Process Death is the Rule, not the Exception!

Parent teaching his child about rules and boundaries

Once, I worked on an Android App where, from the start, Process Death was simply ignored. Crazy, right?

But how come it is actually possible to entirely miss this point on Android, although there are lots of hints everywhere in the Android APIs that it is indeed necessary?

Devs don’t experience System-initiated Process Death

When we develop an app, we develop some code then we press the little green button to deploy the app on the device:

flowchart LR
  Develop --> CompileAndDeploy--> RunApp

What actually happens is super important:

flowchart LR
  Develop --> CompileAndDeploy--> AppKilled --> RunApp

The process in which the app runs is completely killed because the app file (apk) is completely replaced on the disk of the device. If the app was already running, Android can only completely kill its process without keeping the app state.

That means we developers run the app from our IDE Android Studio as if the device was just turned on and the app was launched for the first time!

⚠️ The same happens when users are doing any action that kills the app like throwing it up from the Recent Apps, or going into the App Settings and force-stopping it, usually called User-driven Process Death.

Users experience System-initiated Process Death a LOT

What happens to the app on the users device is a totally different story!

Users run our app and at some point they probably switch to another app or lock their devices and that puts our app into the background so the flow is more like the following:

flowchart LR
  RunApp --> SwitchToAnotherApp --> AppGoesIntoBackground

That’s when we can encounter the potential source of lurking issues, the System-initiated Process Death.

Android, our loved OS, reserves itself the right to Kill The Process at any point in the background, and it will be completely transparent to the user:

flowchart TD
  RunApp --> SwitchToAnotherApp --> AppGoesIntoBackground
  AppGoesIntoBackground --> AppLaunchedAgain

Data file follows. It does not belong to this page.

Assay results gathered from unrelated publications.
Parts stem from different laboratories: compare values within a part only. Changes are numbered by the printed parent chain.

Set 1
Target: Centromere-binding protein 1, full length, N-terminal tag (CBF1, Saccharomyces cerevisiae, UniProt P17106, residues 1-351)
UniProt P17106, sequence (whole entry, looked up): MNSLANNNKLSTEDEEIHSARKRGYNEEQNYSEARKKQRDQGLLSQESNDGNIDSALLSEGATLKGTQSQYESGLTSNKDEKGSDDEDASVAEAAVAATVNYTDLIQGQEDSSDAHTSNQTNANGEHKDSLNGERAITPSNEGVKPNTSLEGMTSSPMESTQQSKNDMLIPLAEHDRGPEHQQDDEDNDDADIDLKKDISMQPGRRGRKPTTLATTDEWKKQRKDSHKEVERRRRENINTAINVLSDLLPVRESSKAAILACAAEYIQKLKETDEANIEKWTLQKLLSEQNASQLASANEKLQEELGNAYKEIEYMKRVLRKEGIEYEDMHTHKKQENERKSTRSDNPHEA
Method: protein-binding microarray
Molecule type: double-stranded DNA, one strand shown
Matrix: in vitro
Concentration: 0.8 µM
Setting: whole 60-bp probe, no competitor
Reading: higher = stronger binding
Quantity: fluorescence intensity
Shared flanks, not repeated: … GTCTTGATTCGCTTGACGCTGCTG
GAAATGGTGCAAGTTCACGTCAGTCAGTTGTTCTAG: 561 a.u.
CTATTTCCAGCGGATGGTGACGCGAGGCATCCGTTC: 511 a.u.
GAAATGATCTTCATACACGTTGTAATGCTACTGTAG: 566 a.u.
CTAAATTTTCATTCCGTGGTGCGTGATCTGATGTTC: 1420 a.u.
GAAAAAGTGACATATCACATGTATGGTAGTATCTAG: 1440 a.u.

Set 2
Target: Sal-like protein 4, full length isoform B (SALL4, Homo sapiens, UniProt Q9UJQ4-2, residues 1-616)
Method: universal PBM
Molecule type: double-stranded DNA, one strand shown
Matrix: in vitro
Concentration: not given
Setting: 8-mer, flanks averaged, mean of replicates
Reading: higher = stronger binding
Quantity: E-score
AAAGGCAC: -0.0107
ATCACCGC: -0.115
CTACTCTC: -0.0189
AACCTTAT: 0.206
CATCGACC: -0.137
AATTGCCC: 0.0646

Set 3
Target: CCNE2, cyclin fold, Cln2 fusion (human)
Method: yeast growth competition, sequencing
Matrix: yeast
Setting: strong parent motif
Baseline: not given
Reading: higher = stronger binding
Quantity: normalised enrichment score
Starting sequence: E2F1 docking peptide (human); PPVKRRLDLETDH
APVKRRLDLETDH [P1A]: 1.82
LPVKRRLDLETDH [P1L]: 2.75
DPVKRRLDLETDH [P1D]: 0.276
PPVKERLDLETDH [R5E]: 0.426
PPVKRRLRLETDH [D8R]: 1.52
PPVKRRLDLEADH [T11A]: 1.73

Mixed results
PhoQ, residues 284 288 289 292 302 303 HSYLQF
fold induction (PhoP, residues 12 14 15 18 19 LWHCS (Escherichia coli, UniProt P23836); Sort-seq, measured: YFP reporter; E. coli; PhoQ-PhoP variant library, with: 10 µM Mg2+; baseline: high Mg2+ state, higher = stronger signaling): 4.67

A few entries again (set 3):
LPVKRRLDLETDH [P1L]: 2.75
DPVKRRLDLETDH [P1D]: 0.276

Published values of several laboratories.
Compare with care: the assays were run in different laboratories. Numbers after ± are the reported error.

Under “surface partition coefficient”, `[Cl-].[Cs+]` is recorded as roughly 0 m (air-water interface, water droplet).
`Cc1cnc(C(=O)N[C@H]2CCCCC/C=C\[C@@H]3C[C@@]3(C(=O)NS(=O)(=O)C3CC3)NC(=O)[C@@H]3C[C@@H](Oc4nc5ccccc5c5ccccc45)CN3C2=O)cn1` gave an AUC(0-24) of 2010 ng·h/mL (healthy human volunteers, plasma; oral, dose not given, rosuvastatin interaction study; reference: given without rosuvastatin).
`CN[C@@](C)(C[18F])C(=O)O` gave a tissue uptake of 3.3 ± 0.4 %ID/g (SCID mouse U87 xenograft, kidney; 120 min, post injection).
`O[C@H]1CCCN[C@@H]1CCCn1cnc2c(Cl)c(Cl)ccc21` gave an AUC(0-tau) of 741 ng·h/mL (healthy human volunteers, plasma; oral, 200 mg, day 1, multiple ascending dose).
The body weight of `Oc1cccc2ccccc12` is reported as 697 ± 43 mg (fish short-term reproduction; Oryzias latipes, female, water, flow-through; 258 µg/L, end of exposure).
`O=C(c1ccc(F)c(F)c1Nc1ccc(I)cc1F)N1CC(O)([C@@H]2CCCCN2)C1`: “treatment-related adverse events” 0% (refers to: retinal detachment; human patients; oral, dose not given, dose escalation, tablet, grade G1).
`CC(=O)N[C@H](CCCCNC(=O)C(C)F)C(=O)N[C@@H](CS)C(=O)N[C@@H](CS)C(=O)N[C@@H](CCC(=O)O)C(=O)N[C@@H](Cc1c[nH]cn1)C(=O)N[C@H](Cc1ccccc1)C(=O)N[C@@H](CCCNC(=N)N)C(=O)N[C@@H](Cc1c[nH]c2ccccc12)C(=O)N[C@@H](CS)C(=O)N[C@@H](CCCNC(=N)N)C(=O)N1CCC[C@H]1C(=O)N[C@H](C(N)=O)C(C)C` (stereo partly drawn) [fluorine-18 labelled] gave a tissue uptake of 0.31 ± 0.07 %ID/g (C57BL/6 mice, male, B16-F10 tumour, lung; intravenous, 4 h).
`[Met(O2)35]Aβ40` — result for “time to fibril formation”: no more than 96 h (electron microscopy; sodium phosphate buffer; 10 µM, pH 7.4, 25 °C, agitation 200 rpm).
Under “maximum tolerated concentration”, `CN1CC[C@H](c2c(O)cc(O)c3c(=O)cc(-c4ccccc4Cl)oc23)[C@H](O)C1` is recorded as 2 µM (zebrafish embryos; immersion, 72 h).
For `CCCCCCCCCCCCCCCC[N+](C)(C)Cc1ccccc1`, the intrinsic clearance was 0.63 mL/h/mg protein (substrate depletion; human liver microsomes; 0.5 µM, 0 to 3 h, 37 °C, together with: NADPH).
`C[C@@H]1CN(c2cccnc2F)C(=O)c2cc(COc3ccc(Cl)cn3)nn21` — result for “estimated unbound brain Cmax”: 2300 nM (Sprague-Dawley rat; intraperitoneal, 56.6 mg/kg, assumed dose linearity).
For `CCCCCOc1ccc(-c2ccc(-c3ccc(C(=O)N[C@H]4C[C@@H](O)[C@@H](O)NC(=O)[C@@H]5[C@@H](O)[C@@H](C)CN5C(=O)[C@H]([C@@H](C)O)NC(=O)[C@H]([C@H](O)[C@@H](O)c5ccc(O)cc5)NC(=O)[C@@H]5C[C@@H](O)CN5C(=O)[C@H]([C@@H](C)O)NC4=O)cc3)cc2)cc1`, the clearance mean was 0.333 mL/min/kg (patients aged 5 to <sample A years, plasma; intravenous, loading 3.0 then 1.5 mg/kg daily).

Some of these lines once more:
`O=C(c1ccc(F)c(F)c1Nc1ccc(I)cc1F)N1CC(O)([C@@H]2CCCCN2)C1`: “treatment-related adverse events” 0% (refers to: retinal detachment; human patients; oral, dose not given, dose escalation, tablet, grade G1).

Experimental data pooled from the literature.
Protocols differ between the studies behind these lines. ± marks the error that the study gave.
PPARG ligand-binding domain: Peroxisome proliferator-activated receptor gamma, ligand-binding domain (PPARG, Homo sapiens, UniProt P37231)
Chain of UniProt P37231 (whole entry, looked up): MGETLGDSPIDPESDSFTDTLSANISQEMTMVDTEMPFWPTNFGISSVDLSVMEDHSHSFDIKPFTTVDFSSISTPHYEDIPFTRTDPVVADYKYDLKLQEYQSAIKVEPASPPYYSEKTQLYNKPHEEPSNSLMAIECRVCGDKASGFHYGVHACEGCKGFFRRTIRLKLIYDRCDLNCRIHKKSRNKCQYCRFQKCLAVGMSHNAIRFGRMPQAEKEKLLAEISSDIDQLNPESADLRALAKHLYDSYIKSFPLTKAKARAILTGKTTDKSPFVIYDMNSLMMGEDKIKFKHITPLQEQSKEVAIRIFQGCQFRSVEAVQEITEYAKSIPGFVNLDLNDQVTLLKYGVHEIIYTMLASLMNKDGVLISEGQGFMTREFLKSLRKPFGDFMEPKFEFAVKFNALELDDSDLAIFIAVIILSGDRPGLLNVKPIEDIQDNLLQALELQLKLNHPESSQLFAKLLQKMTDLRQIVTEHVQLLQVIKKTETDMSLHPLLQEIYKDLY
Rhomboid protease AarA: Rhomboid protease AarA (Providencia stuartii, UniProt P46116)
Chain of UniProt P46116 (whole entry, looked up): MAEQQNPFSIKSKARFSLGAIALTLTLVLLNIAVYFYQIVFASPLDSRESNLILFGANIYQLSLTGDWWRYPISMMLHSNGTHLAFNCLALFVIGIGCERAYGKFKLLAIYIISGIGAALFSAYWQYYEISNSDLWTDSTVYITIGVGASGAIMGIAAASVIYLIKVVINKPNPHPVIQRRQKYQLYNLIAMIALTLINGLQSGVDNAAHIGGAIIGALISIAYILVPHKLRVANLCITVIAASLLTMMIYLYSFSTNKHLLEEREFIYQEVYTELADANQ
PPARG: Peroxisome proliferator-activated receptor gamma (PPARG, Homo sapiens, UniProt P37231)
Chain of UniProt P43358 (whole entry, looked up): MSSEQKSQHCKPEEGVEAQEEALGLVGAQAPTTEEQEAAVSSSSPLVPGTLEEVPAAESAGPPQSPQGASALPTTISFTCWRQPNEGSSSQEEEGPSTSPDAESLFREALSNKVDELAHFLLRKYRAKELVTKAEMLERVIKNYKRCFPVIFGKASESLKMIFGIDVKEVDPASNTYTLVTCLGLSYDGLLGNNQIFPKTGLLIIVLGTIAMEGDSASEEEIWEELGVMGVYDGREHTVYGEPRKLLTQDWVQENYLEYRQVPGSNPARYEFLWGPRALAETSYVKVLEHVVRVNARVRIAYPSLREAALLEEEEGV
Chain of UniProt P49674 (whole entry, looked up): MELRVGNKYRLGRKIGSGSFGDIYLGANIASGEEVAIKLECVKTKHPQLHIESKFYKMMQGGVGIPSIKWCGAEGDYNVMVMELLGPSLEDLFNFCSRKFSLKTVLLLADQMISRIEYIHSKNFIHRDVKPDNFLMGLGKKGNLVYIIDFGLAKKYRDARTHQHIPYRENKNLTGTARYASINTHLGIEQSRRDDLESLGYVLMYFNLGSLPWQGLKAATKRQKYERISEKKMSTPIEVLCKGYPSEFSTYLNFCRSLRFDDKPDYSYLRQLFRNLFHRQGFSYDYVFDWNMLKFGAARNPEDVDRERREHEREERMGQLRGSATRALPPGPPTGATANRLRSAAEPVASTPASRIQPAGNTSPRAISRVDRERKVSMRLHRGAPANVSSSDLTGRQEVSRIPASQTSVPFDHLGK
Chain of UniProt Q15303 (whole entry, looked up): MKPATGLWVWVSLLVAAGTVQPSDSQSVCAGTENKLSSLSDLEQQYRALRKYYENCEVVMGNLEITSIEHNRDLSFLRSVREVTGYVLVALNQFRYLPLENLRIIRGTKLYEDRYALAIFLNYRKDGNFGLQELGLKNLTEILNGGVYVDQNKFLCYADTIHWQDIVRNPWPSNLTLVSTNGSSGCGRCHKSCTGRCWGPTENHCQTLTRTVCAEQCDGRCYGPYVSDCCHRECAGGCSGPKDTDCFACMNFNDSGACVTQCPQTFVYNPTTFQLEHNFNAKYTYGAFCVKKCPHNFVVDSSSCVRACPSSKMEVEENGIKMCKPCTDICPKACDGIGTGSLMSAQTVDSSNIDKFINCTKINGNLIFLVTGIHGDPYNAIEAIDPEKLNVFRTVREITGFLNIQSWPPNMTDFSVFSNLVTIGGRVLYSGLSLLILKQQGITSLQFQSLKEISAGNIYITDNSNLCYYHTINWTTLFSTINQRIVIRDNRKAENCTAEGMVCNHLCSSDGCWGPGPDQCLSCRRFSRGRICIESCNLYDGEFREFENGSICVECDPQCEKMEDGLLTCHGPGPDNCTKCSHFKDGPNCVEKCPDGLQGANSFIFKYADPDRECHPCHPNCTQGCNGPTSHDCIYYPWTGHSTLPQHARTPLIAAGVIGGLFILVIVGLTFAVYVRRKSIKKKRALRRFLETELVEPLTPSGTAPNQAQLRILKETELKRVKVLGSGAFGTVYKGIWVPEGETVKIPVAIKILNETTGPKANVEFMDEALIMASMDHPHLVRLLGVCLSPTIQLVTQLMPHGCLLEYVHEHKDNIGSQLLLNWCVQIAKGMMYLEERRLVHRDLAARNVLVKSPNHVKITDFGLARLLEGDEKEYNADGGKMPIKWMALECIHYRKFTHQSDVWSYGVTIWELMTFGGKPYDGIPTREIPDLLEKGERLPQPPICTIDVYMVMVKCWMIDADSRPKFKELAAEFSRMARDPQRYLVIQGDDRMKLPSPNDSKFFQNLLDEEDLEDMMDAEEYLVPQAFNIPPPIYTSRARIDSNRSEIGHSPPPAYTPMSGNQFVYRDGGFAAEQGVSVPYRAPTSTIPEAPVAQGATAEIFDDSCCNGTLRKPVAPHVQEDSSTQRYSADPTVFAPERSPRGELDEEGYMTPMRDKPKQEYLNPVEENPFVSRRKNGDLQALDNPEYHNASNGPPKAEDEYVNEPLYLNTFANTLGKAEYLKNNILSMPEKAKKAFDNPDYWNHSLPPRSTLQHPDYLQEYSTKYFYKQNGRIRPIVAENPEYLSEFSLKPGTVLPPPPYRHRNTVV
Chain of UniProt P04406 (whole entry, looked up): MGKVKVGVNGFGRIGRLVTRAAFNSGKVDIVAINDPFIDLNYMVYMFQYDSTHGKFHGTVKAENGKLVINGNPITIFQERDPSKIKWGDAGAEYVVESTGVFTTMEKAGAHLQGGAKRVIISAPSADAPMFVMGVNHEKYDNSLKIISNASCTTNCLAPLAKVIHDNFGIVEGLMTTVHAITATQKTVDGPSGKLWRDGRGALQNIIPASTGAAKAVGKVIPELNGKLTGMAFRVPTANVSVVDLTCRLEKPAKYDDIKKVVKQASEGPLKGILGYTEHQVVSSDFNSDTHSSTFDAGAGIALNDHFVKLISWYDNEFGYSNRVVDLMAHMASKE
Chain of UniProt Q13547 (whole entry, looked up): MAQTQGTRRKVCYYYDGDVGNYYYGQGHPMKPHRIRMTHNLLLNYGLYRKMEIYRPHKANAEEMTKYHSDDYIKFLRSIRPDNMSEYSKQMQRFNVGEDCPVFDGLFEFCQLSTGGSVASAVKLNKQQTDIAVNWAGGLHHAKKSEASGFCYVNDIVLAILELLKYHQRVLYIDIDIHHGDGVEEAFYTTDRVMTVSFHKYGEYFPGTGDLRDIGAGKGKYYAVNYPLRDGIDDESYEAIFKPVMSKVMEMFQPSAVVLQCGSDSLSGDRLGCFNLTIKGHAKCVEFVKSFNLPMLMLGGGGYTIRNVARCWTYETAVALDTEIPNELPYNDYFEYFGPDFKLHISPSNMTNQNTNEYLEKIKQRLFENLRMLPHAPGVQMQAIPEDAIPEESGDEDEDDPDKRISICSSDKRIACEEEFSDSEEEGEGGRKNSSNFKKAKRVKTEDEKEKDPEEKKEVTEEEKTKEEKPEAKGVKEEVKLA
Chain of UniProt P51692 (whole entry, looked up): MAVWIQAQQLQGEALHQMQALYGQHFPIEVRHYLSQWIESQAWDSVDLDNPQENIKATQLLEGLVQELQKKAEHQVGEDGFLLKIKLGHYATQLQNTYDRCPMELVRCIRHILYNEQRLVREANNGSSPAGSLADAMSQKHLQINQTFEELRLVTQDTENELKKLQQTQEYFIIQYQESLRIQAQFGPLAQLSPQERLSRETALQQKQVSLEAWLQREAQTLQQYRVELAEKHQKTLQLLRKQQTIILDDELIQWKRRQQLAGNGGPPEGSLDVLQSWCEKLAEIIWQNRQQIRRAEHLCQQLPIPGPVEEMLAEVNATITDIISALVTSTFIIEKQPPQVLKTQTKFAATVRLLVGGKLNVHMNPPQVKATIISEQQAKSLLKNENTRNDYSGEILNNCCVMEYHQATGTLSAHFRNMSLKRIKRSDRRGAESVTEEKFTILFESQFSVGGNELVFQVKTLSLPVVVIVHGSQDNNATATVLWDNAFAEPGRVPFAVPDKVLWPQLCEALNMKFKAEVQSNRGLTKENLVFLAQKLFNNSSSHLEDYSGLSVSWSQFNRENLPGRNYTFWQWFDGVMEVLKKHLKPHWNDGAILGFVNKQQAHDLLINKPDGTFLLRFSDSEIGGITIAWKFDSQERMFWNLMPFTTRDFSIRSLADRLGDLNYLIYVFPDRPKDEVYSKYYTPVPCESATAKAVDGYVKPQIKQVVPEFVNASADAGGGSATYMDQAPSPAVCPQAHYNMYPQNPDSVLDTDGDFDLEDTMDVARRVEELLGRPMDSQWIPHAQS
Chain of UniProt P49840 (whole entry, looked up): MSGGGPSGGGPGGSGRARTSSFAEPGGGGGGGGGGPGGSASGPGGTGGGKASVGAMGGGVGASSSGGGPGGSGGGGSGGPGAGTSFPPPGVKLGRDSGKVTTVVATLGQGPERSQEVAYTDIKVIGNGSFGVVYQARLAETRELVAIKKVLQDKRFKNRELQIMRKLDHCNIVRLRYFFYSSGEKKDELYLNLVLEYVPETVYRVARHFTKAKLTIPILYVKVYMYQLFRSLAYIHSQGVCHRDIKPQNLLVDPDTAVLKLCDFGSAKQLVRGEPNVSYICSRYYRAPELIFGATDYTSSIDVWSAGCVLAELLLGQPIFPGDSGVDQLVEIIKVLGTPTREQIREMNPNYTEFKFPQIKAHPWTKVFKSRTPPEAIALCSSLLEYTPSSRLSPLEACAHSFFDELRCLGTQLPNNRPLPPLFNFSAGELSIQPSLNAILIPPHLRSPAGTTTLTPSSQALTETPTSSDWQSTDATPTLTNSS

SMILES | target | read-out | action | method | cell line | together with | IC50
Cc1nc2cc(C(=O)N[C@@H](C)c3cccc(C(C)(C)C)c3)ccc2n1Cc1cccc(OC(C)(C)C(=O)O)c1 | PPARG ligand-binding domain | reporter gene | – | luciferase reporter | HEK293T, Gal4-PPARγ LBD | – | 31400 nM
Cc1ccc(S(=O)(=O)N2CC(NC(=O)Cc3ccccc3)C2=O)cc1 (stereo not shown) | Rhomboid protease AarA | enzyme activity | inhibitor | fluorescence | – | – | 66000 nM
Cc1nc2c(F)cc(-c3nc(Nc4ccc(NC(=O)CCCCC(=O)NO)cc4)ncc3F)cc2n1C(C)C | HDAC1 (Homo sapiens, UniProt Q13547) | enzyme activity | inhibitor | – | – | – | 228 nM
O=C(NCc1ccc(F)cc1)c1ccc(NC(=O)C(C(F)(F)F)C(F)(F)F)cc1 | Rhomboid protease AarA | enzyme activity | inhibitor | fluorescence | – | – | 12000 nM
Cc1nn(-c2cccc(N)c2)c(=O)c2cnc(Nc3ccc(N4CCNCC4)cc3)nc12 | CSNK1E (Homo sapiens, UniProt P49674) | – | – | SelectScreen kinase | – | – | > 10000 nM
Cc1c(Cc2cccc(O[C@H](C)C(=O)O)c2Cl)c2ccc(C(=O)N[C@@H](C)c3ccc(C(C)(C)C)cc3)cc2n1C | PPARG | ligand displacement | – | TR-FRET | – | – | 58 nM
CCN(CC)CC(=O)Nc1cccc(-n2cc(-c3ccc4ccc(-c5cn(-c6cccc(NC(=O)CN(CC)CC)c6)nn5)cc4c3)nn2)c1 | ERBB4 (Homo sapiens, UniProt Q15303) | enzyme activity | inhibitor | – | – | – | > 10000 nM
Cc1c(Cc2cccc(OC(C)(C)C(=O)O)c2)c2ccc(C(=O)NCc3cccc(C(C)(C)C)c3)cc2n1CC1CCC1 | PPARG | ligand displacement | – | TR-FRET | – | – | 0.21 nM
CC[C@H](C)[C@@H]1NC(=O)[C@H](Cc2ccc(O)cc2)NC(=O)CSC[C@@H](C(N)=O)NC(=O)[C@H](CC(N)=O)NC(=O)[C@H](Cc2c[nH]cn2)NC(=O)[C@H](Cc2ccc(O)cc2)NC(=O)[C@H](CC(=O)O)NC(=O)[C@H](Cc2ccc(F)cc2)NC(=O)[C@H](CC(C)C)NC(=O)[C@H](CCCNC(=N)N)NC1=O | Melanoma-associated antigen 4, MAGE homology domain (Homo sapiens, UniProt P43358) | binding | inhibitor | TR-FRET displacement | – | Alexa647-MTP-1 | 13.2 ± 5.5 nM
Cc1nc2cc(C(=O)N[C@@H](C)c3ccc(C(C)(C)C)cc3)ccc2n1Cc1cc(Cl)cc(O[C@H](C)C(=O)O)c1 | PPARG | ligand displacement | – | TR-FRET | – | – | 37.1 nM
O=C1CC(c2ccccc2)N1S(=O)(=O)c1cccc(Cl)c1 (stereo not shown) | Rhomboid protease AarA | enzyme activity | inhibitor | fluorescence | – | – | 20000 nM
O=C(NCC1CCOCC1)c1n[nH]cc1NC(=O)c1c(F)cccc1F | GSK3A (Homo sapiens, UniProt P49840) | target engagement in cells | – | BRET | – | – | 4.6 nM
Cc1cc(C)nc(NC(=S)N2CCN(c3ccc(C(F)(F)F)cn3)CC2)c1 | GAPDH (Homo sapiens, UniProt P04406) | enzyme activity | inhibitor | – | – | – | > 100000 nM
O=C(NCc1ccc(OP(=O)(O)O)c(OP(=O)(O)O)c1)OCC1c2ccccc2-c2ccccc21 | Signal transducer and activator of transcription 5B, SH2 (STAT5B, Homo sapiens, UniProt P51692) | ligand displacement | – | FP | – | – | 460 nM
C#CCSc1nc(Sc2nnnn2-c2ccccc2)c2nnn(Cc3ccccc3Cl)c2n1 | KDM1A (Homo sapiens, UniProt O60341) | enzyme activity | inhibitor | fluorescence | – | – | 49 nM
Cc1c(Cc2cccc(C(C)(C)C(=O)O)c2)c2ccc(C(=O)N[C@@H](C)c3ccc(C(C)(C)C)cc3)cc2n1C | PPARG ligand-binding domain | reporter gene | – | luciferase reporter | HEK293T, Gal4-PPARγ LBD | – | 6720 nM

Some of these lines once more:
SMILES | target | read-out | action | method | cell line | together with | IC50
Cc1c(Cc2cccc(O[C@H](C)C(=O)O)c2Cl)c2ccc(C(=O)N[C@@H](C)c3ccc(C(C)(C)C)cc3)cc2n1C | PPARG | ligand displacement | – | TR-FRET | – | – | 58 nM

AppGoesIntoBackground --> ProcessKilledByAndroid --> AppLaunchedAgain
  AppLaunchedAgain --> AppGoesIntoForeground

How is this different from what developers do?

In case of System-initiated Process Death, the Android OS will keep the state of the application (as a Bundle) till the app will come back into the foreground, which is the mechanism commonly referred to as state restoration.

Does it happen a lot? Not on our up-to-date latest Google Pixel or Samsung phone, that’s for sure!

We can blindly think System-initiated Process Death doesn’t happen at all or enough to care, but for lots of users, this happens a LOT!

How to find out System-initiated Process Death issues?

To find out if your app suffers from poor state restoration management, depending on how extreme you are allowed to be at your company, I suggest triggering a fatal (or non-fatal) crash, or at least a log event for each parameter in each screen which it depends on, directly or indirectly:

override fun onCreate(savedInstanceState: Bundle?) {
  // Test for arguments you sent to the fragment that are mandatory
  if (arguments?.containsKey("id")?.not() == true) throw IllegalStateException("id parameter in screen $screenName not found but is mandatory")
  // Test for values you added in the savedInstanceState that are mandatory
  if (savedInstanceState != null && savedInstanceState.containsKey("selectedBottomBarItem").not()) throw IllegalStateException("selectedBottomBarItem parameter in screen $screenName not found")
  // Test for important parameters you manage in other places that this screen depends on
  if (authManager.token == null) throw IllegalStateException("AuthManager should have gotten a valid token before accessing screen $screenName")

This way you will be notified if something goes wrong in your app.


Thanks a lot to Catalin Ghita for pointing out the right terminology for the two existing types of process death on Android. I’ve made sure to add those in the post! 👍

This post is licensed under CC BY 4.0 by the author.